Tuesday, October 20, 2015

Wild man of Europe Spotted in Canterbury - SLP3-41 updated


Come join Rev. Jeff and Dr. David Batdorf for all that was missing in your life last week. That's right the SLP is back and on a special night this week TUESDAY! You won't want to miss all the news we have to catch up on and a new Quasi Theory from Dean Copper and some enlightenment from your old pal Wes Losner. Followed up by the WOODWOSE of Europe. What is it, where does it live and all the postulation we like to call a podcast. The fun starts at 8pm PST 10pm CST 11pm EST 4am UK and the land of OZ can google it from there! www.youtube.com/sloungepodcast

check back later for a link to the like show.

The wild man (also wildman, or "wildman of the woods", archaically woodwose or wodewose) is a mythical figure that appears in the artwork and literature of medieval Europe, comparable to the satyr or faun type in classical mythology and to Silvanus, the Roman god of the woodlands.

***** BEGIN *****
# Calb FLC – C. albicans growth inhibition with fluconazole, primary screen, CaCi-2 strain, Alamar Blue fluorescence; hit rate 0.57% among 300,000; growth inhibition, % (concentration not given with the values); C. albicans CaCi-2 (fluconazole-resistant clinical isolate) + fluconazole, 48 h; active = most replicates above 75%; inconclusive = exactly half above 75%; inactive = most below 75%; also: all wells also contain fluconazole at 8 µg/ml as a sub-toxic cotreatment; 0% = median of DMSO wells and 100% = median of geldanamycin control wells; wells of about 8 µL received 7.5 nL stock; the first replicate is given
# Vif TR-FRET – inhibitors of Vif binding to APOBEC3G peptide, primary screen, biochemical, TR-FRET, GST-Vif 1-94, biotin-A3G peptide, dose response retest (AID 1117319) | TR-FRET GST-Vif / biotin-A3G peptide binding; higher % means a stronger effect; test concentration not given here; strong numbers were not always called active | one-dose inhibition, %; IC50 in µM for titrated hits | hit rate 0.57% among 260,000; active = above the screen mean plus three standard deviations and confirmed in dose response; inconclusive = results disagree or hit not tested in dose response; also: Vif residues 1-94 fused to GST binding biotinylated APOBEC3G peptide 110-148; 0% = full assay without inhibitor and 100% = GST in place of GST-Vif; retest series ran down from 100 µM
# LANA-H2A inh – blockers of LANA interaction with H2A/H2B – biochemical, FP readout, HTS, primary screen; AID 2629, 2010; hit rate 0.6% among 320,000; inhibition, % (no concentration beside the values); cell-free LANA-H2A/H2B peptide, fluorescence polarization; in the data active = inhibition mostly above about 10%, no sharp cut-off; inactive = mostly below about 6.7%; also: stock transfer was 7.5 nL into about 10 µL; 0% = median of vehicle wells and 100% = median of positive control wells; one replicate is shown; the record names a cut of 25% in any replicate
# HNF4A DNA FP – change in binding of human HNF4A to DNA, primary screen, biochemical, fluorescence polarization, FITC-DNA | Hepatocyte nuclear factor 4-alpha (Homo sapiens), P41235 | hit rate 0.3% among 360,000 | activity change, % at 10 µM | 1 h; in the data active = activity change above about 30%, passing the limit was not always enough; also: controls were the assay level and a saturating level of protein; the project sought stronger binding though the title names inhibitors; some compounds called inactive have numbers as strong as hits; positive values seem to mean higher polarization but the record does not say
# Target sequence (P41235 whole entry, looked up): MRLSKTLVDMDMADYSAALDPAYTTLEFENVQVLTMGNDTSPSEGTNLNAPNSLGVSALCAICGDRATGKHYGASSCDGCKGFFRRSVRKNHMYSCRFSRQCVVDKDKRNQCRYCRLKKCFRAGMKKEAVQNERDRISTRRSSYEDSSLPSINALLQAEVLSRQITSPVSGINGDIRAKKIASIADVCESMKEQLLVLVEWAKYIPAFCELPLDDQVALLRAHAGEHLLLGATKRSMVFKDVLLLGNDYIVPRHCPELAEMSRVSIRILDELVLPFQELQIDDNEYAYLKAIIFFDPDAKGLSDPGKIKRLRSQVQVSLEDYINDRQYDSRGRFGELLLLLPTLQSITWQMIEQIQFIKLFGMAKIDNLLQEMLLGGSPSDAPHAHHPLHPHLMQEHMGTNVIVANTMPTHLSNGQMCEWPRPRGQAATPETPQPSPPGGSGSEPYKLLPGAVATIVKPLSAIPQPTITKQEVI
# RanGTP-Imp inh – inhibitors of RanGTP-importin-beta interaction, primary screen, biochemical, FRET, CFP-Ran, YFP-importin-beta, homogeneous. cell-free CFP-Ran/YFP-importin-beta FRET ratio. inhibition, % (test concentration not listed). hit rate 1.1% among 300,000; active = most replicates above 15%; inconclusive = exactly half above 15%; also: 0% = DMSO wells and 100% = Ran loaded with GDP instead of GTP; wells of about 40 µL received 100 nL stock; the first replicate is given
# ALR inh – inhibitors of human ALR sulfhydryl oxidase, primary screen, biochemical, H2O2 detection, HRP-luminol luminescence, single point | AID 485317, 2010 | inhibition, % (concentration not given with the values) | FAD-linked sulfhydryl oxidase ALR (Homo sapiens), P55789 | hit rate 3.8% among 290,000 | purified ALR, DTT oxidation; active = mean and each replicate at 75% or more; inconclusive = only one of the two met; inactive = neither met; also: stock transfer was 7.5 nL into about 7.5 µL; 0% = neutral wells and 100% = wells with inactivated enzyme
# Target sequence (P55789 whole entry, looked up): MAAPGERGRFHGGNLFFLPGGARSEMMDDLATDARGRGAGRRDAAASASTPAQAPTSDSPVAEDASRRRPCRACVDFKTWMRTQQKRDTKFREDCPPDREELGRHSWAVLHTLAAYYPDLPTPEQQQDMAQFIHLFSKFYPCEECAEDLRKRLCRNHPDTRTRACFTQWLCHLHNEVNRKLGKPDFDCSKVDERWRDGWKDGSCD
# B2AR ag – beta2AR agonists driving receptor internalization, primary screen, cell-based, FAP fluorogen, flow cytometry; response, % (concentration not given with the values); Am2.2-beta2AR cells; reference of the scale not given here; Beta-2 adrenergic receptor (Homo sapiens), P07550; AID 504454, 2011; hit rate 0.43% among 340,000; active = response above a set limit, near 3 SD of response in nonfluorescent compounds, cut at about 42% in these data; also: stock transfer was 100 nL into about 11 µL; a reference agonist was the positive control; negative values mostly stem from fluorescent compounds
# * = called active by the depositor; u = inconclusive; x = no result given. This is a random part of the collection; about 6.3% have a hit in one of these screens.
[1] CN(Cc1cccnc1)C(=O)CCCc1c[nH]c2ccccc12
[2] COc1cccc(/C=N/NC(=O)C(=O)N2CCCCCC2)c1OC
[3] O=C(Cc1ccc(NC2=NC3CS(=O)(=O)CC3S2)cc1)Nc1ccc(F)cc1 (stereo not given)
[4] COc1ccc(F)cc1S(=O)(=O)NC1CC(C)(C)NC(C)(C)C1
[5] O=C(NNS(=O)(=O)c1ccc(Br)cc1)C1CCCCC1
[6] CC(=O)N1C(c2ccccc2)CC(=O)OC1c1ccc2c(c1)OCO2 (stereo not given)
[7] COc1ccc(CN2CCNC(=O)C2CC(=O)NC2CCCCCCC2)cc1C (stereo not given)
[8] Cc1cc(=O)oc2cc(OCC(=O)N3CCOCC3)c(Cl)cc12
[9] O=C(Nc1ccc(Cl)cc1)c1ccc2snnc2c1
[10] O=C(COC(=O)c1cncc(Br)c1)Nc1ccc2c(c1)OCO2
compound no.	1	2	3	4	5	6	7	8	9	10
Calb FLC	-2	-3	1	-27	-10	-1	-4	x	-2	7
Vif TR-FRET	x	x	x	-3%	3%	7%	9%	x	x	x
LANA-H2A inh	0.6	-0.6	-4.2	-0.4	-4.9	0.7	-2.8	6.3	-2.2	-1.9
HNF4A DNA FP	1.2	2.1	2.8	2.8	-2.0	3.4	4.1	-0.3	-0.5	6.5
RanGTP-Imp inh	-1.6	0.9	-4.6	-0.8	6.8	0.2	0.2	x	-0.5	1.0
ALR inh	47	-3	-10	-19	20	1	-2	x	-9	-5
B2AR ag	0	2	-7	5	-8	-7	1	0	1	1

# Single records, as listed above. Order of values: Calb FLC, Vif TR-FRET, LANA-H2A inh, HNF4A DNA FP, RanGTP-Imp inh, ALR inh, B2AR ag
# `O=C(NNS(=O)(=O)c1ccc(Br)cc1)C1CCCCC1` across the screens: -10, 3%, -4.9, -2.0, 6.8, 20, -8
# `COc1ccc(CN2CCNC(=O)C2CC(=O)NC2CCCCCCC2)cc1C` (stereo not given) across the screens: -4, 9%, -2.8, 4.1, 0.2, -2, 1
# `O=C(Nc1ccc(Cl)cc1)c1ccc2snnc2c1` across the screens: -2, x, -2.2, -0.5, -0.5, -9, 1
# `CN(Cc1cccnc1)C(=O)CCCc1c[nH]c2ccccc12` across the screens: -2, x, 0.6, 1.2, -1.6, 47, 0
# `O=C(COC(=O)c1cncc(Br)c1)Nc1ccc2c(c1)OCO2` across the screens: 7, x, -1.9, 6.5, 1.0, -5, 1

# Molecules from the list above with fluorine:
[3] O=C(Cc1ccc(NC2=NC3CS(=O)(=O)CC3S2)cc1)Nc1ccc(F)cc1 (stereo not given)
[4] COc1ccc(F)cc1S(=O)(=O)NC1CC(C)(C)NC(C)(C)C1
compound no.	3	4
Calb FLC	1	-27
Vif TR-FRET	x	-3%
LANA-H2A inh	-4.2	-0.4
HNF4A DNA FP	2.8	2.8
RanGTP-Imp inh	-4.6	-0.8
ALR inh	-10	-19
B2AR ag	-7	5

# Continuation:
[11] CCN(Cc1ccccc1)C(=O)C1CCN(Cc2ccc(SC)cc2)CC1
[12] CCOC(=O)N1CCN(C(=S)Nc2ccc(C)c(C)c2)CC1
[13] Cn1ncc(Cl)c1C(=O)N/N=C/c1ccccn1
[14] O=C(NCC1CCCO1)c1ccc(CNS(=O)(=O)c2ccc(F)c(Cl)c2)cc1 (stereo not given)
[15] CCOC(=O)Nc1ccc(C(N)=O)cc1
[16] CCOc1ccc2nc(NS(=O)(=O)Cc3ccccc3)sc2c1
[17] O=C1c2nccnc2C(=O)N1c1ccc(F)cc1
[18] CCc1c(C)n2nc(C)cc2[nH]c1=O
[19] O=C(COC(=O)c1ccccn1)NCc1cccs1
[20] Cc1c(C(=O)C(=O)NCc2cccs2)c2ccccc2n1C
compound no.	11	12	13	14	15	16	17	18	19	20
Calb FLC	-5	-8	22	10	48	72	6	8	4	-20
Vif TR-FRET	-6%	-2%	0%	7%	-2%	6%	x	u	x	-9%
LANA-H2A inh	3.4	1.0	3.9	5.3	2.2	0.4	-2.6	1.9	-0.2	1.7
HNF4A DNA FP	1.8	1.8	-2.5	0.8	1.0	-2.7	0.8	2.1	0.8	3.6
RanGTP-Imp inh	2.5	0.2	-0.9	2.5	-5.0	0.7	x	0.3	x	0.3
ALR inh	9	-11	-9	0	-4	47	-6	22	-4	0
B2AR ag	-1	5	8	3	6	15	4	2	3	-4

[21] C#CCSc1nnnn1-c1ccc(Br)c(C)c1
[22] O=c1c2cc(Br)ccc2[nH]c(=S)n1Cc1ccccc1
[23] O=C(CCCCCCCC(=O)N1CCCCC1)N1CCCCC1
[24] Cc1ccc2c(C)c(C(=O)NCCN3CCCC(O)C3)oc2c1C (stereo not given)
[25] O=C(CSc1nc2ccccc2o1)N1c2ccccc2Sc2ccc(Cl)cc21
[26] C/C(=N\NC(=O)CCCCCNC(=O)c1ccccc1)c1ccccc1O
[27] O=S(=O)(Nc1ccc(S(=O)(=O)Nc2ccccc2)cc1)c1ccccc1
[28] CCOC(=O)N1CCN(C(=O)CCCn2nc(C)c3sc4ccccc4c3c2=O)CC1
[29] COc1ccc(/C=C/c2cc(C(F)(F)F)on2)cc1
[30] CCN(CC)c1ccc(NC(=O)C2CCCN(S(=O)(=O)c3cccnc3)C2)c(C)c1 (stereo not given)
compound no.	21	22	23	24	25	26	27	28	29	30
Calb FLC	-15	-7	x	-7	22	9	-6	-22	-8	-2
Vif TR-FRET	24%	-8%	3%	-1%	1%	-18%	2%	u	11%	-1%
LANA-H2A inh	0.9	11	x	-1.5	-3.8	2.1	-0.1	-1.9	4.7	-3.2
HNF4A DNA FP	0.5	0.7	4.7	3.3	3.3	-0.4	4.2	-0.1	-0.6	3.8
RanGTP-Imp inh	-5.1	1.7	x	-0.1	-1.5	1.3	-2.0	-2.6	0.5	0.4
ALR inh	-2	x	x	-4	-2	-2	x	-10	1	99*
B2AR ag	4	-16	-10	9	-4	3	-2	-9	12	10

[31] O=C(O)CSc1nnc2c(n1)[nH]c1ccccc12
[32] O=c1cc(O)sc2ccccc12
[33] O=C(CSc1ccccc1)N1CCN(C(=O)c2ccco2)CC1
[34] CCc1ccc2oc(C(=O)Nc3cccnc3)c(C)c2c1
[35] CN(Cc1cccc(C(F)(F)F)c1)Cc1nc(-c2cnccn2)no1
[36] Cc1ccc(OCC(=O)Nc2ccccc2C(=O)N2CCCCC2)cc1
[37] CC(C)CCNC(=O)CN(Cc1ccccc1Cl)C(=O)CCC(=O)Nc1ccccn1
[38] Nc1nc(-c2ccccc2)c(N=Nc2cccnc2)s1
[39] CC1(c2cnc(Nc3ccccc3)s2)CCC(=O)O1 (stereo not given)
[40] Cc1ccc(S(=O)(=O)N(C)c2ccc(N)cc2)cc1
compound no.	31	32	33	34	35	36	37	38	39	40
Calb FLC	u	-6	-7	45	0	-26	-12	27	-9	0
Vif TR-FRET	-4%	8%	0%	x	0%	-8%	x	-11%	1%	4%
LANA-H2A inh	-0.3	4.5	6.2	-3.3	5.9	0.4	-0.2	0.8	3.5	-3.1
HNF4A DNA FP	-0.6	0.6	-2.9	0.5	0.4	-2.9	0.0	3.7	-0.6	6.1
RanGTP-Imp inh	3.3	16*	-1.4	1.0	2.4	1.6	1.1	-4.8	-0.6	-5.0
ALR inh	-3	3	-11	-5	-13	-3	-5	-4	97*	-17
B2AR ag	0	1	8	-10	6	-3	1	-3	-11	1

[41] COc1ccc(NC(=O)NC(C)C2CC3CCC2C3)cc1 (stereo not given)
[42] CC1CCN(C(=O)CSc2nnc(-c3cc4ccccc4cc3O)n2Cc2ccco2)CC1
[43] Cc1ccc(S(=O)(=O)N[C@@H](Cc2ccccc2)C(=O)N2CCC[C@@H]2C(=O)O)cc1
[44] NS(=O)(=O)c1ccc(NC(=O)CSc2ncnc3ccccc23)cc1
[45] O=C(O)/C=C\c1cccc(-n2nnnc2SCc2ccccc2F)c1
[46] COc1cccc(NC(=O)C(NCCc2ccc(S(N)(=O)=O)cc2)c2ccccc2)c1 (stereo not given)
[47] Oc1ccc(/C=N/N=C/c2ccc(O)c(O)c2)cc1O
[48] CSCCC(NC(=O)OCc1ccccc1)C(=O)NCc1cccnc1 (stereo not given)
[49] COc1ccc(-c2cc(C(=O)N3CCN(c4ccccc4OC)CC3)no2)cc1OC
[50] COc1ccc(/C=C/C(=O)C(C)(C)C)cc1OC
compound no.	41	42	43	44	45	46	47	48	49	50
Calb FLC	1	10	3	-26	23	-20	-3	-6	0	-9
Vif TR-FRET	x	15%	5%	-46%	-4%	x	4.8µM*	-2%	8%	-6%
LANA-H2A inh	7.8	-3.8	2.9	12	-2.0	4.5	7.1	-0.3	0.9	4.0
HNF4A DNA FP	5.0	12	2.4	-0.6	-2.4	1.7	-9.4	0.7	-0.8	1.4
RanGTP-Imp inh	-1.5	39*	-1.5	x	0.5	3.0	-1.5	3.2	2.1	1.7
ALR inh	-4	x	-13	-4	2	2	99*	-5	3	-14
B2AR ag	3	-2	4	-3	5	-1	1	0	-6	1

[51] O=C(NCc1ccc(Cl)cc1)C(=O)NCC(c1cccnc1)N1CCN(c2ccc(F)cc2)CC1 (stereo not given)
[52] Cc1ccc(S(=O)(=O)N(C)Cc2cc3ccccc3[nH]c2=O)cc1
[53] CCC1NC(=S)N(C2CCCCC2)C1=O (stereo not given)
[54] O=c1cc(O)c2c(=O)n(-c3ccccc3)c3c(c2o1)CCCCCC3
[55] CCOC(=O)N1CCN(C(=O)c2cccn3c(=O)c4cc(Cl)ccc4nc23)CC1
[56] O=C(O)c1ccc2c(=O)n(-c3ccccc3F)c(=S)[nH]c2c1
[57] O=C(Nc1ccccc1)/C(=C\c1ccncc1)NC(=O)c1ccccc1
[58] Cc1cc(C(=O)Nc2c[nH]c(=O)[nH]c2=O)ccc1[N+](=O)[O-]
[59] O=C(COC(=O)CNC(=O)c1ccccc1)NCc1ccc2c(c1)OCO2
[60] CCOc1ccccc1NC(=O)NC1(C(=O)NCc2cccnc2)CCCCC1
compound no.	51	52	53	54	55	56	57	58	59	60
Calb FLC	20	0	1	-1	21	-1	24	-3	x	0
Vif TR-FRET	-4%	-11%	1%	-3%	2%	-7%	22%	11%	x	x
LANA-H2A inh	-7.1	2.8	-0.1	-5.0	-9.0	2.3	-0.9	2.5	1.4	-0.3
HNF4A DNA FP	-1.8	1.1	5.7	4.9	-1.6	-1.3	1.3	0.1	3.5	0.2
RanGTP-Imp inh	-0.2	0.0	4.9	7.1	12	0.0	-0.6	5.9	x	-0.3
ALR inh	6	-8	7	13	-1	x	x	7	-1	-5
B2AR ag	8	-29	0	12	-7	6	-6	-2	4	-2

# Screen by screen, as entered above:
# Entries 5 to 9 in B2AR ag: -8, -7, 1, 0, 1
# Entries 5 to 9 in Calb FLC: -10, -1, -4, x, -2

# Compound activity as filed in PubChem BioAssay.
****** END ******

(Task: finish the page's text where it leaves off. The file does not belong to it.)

The defining characteristic of the figure is its "wildness"; from the 12th century they were consistently depicted as being covered with hair. Images of wild men appear in the carved and painted roof bosses where intersectingogee vaults meet in the Canterbury Cathedral, in positions where one is also likely to encounter the vegetal Green Man. The image of the wild man survived to appear as supporter for heraldic coats-of-arms, especially in Germany, well into the 16th century. Renaissance engravers in Germany and Italy were particularly fond of wild men, wild women, and wild families, with examples from Martin Schongauer (died 1491) and Albrecht Dürer(1471–1528) among others.

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